The temptation to dazzle the reader with polysyllabic and seldom used words must be managed. When I am reading for pleasure (e.g., novels) or for instruction (e.g., textbooks), I do not mind being sent to a dictionary. I enjoy learning new words and relish well-chosen ones. I remember reading Charles Frazier’s Cold Mountain with dictionary in hand—the novel is photographic in its precision of verbal detail. Many words I could define from context, but others were like new fruits that needed definitions in order to taste.

But for instructions, manuals, memoranda, contracts, wills, letters of agreement, and other documents whose value rests on their clarity and ease of understanding, give me brevity and simplicity. Some states have passed Plain English laws—New York was the first, in 1978. These laws protect consumers against obfuscatory language in contracts. If you are sued for breach and can prove the contractor’s language to be obfuscatory, you can successfully blame your noncompliance on obfuscatory language. (Sorry, I DO like that word!) “I would have done what you required if you had communicated clearly with me.”

Not all states have a Plain English law. Does yours? President Obama signed the Plain Writing Act in 2010. It requires all government agencies to use clear language that citizens can understand. The government provides a sample web page to announce an agency’s pledge for plain writing and to ask their customers for help in identifying instances where they’ve failed to do so.

Gordian Knot

Preachers are notorious for obfuscatory sermons. One gets the notion that many sermons are not intended to communicate, but only to soothe or disturb. I have created my own Listenability Index for Preachers (LIP): I count the number of jargon/buzzwords per sentence, sampling ten or so sentences from the sermon, and then find the average number of obfuscatory words per sentence. The less listenable sermons tend to average around 50% jargon. Example: “The grace and glory of the Lord be with you forever and forever, Amen.” That’s six jargon and eight plain, for an index of about 43%. The more listenable preachers come in under 5%. Example: “Go from this place and be helpful and friendly to those you meet.” Free and clear of jargon. I once complimented a pastor from Princeton on his fresh, direct language. He thanked me and confided that he consciously avoided religious language in preference for the everyday.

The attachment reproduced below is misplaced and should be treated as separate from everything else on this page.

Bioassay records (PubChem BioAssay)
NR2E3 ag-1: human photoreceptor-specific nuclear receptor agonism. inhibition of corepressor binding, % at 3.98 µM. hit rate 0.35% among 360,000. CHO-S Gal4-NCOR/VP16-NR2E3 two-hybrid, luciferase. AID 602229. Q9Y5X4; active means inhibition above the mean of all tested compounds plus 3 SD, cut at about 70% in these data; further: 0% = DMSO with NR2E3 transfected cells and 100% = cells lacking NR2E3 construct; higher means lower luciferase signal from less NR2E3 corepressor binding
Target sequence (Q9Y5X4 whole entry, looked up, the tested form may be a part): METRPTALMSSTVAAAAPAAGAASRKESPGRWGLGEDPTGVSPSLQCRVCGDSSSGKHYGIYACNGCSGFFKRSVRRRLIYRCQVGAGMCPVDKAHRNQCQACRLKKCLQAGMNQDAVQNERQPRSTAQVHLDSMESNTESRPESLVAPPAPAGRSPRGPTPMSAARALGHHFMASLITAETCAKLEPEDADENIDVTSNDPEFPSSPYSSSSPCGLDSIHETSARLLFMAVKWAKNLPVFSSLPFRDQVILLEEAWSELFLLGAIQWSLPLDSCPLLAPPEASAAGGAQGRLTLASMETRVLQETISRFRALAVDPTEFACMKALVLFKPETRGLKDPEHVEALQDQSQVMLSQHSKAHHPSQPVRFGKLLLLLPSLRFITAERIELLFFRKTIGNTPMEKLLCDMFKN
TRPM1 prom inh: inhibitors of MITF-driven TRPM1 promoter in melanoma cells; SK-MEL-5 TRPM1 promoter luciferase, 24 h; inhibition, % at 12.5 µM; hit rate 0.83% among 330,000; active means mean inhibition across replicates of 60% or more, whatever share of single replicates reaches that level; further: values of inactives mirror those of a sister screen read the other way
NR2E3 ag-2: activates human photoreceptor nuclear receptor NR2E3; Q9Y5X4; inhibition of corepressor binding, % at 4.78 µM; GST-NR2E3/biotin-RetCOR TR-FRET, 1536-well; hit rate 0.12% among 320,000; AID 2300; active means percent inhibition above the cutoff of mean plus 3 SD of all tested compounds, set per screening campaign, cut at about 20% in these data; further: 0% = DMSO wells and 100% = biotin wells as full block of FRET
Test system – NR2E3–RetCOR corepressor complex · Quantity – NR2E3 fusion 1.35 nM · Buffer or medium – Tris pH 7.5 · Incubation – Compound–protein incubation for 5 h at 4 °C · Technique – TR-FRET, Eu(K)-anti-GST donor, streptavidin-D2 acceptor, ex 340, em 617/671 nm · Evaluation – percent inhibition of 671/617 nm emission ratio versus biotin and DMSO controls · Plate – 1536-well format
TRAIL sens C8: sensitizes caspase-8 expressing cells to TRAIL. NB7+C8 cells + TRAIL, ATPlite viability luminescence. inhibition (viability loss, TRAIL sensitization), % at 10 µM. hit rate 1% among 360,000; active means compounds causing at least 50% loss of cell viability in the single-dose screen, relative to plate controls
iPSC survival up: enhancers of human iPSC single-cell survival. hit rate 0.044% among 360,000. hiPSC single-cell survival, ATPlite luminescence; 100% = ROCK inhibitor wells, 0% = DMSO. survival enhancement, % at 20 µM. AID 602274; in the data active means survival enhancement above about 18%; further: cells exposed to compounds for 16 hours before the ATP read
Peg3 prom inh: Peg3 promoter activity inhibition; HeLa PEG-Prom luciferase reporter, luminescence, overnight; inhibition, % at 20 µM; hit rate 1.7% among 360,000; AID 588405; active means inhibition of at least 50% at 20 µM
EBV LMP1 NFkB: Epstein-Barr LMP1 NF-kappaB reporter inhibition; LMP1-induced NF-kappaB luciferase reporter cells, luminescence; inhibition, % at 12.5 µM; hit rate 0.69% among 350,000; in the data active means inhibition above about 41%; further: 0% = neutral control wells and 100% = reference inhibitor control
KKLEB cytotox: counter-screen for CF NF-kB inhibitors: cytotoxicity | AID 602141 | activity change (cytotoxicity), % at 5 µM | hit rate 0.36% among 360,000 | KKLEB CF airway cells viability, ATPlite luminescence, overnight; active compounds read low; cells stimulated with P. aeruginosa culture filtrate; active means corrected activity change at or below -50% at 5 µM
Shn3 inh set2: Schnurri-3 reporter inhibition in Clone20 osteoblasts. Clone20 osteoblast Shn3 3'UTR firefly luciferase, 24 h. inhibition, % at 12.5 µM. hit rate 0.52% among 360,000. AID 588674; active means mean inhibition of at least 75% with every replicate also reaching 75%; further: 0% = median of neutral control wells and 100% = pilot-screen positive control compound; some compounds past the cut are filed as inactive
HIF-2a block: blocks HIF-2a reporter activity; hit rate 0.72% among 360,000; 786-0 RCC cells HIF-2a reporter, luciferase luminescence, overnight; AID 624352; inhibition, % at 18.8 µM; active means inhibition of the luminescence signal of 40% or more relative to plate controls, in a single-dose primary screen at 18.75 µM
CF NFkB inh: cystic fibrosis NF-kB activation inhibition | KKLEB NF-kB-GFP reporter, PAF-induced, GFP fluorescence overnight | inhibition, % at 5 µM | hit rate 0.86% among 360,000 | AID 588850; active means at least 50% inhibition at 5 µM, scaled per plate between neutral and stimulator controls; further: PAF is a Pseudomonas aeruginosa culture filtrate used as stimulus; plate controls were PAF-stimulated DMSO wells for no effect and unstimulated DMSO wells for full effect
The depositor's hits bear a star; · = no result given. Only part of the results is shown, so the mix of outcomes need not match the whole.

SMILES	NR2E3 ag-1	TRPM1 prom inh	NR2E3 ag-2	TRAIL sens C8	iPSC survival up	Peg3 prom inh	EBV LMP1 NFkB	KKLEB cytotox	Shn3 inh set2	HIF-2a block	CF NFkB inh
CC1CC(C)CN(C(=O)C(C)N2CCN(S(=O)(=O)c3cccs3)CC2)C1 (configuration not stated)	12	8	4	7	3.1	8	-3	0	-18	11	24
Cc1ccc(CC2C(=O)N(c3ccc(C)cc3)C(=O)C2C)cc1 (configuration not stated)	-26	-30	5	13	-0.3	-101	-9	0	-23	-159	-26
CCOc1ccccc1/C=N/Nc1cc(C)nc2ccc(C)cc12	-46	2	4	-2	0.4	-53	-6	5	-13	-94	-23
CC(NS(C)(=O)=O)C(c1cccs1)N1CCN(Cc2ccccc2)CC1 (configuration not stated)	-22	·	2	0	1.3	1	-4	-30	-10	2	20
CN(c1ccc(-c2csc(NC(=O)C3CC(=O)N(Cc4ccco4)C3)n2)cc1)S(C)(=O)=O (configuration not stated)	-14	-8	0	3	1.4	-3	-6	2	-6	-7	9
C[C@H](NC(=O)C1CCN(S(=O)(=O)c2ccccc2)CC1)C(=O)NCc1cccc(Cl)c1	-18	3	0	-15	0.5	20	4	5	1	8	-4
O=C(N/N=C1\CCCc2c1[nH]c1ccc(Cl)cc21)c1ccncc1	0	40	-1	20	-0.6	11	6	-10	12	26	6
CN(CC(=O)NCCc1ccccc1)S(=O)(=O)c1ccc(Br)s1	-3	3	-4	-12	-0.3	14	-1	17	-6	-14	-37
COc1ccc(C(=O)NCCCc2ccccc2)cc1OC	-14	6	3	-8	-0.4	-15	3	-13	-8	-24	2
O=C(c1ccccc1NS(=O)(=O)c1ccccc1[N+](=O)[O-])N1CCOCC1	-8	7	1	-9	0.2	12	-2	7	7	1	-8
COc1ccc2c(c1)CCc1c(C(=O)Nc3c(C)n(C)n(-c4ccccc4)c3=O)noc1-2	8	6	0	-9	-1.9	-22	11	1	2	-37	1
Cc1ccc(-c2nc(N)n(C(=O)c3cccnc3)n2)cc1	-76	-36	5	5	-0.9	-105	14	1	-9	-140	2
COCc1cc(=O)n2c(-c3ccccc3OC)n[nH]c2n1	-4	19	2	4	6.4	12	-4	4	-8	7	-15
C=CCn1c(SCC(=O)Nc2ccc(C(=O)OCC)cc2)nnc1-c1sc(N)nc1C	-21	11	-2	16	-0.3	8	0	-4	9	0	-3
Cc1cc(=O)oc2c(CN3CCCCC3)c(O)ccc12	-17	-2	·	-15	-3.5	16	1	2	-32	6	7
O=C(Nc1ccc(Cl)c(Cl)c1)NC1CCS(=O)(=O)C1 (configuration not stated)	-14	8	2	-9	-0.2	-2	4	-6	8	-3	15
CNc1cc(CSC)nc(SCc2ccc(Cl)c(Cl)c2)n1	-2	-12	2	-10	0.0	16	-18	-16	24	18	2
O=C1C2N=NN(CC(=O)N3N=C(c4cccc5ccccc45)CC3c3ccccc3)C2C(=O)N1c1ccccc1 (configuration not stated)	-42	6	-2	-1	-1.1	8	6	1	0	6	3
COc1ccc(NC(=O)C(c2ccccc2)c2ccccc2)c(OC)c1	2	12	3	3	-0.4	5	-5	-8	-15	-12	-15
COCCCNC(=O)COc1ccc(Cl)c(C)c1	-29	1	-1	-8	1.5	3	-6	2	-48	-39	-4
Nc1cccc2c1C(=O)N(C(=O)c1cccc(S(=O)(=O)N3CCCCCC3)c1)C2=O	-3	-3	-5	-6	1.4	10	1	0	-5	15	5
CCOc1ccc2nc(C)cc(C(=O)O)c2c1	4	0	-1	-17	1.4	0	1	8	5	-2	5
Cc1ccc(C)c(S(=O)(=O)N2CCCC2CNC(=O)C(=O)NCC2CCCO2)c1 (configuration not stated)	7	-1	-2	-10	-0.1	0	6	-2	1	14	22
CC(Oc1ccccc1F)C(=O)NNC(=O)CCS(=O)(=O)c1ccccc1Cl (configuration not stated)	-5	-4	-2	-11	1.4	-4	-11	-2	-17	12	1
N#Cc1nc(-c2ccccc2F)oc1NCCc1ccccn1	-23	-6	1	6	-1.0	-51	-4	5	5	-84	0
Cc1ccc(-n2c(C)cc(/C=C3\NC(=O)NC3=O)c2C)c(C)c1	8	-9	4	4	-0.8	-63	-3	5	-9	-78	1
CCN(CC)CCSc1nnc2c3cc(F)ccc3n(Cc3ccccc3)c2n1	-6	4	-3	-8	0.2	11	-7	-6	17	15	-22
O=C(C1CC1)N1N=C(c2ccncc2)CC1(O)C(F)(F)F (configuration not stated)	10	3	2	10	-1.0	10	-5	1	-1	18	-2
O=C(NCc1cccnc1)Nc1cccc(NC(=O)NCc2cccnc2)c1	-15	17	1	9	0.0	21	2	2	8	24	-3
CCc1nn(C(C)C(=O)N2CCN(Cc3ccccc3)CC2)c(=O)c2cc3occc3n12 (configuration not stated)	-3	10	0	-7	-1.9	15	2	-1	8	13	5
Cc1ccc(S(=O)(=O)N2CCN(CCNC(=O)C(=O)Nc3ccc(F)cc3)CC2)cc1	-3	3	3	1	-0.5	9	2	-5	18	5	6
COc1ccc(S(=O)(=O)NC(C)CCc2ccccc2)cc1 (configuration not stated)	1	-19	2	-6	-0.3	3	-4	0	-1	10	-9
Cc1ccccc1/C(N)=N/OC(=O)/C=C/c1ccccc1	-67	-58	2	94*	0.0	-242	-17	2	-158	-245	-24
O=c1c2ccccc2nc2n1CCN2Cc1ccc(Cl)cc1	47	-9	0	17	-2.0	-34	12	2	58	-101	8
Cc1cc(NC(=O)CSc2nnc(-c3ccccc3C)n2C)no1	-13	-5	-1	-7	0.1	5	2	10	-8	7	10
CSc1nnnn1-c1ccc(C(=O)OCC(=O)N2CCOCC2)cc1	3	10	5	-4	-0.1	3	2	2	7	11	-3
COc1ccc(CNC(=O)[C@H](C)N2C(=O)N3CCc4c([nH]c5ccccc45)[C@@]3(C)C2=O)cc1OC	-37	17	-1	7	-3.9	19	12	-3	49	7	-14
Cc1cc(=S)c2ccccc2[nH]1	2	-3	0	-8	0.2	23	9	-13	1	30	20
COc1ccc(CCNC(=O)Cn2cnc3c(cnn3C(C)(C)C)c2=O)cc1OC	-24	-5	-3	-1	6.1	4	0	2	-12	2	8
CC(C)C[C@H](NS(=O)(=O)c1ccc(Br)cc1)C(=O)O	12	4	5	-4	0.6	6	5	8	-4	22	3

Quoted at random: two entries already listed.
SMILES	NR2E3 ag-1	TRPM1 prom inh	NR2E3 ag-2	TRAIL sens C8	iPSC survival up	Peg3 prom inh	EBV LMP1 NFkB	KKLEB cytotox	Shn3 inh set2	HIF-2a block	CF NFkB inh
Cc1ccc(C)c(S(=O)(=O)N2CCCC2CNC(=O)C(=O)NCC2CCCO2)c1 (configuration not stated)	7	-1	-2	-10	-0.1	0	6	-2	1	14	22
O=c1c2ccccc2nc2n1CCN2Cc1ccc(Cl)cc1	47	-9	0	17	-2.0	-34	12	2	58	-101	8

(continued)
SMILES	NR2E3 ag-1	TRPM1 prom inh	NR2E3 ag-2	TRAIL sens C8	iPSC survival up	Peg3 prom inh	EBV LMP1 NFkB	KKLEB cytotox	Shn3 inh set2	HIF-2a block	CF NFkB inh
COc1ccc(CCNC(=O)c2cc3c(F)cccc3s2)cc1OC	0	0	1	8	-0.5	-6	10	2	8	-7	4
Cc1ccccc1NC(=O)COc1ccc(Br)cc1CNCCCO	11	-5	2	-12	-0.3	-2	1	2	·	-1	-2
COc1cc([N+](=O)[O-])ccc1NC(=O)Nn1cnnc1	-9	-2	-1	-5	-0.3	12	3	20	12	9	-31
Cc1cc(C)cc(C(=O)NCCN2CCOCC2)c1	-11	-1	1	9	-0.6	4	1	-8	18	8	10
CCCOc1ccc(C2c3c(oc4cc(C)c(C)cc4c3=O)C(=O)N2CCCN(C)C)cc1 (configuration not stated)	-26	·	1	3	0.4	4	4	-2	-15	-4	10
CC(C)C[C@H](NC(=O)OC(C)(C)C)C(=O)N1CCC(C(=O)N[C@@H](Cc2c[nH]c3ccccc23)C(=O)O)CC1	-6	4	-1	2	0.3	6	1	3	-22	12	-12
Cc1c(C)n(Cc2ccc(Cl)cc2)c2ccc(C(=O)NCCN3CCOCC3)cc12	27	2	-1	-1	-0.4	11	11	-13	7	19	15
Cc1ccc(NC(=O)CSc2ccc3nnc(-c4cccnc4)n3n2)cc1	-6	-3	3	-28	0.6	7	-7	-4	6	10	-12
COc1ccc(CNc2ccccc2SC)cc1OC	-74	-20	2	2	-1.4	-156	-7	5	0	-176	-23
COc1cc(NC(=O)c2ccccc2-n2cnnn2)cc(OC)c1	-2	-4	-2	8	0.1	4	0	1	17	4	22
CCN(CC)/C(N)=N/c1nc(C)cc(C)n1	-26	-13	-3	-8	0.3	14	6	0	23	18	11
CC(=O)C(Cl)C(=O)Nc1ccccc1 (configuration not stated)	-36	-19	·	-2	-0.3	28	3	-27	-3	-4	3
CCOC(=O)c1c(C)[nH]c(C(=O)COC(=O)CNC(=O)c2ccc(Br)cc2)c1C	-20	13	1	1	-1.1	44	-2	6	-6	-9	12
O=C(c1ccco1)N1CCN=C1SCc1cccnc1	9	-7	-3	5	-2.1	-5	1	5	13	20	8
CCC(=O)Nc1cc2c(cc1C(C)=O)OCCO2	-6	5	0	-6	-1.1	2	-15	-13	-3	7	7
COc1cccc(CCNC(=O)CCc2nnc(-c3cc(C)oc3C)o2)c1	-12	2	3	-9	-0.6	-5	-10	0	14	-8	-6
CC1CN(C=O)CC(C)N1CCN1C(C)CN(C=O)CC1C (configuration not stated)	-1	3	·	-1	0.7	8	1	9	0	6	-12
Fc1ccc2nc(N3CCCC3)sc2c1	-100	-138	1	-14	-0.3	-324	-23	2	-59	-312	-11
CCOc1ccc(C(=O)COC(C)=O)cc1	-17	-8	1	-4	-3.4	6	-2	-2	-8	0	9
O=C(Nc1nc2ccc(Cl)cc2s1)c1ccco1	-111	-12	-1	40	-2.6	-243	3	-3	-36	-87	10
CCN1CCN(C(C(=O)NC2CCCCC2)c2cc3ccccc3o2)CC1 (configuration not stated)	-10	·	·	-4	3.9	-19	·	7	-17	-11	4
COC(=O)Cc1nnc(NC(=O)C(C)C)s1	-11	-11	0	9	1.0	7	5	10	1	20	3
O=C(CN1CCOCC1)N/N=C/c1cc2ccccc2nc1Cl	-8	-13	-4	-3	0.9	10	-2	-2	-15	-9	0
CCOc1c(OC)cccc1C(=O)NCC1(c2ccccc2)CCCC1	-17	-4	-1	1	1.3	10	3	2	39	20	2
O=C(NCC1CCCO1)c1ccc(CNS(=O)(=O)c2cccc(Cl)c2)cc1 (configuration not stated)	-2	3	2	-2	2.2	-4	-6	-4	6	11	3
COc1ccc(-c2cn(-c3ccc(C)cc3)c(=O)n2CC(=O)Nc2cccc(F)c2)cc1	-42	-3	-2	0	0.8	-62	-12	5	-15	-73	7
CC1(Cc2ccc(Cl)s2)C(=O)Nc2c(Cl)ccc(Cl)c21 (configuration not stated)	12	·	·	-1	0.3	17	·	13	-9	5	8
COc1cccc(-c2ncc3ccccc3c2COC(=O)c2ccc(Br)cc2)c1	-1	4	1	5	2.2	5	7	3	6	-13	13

Another way to gauge simplicity of text is to apply Seymour Epstein’s two modes of information processing—Expository and Narrative. Expository mode is more abstract, much like a dictionary definition. Narrative mode is more concrete, like a story. The best writers and speakers mix it up—they make a point by using expository mode and illustrate the point by using narrative mode, or vice-versa. New York Times columnist Thomas Friedman is a master of this technique—he will take one or two paragraphs to make a point, then illustrate with several concrete examples. I have found that speakers who lean more heavily on one than the other are not listenable—all expository is boring and hard to understand, and all narrative is shallow and irrelevant. Expository: Distraction lessens pain. Narrative: Apply an ice pack to your aching back so that you will feel the cold rather than the pain.

When you want others to understand, keep it short and simple. Otherwise, dazzle them with jewels from your word chest.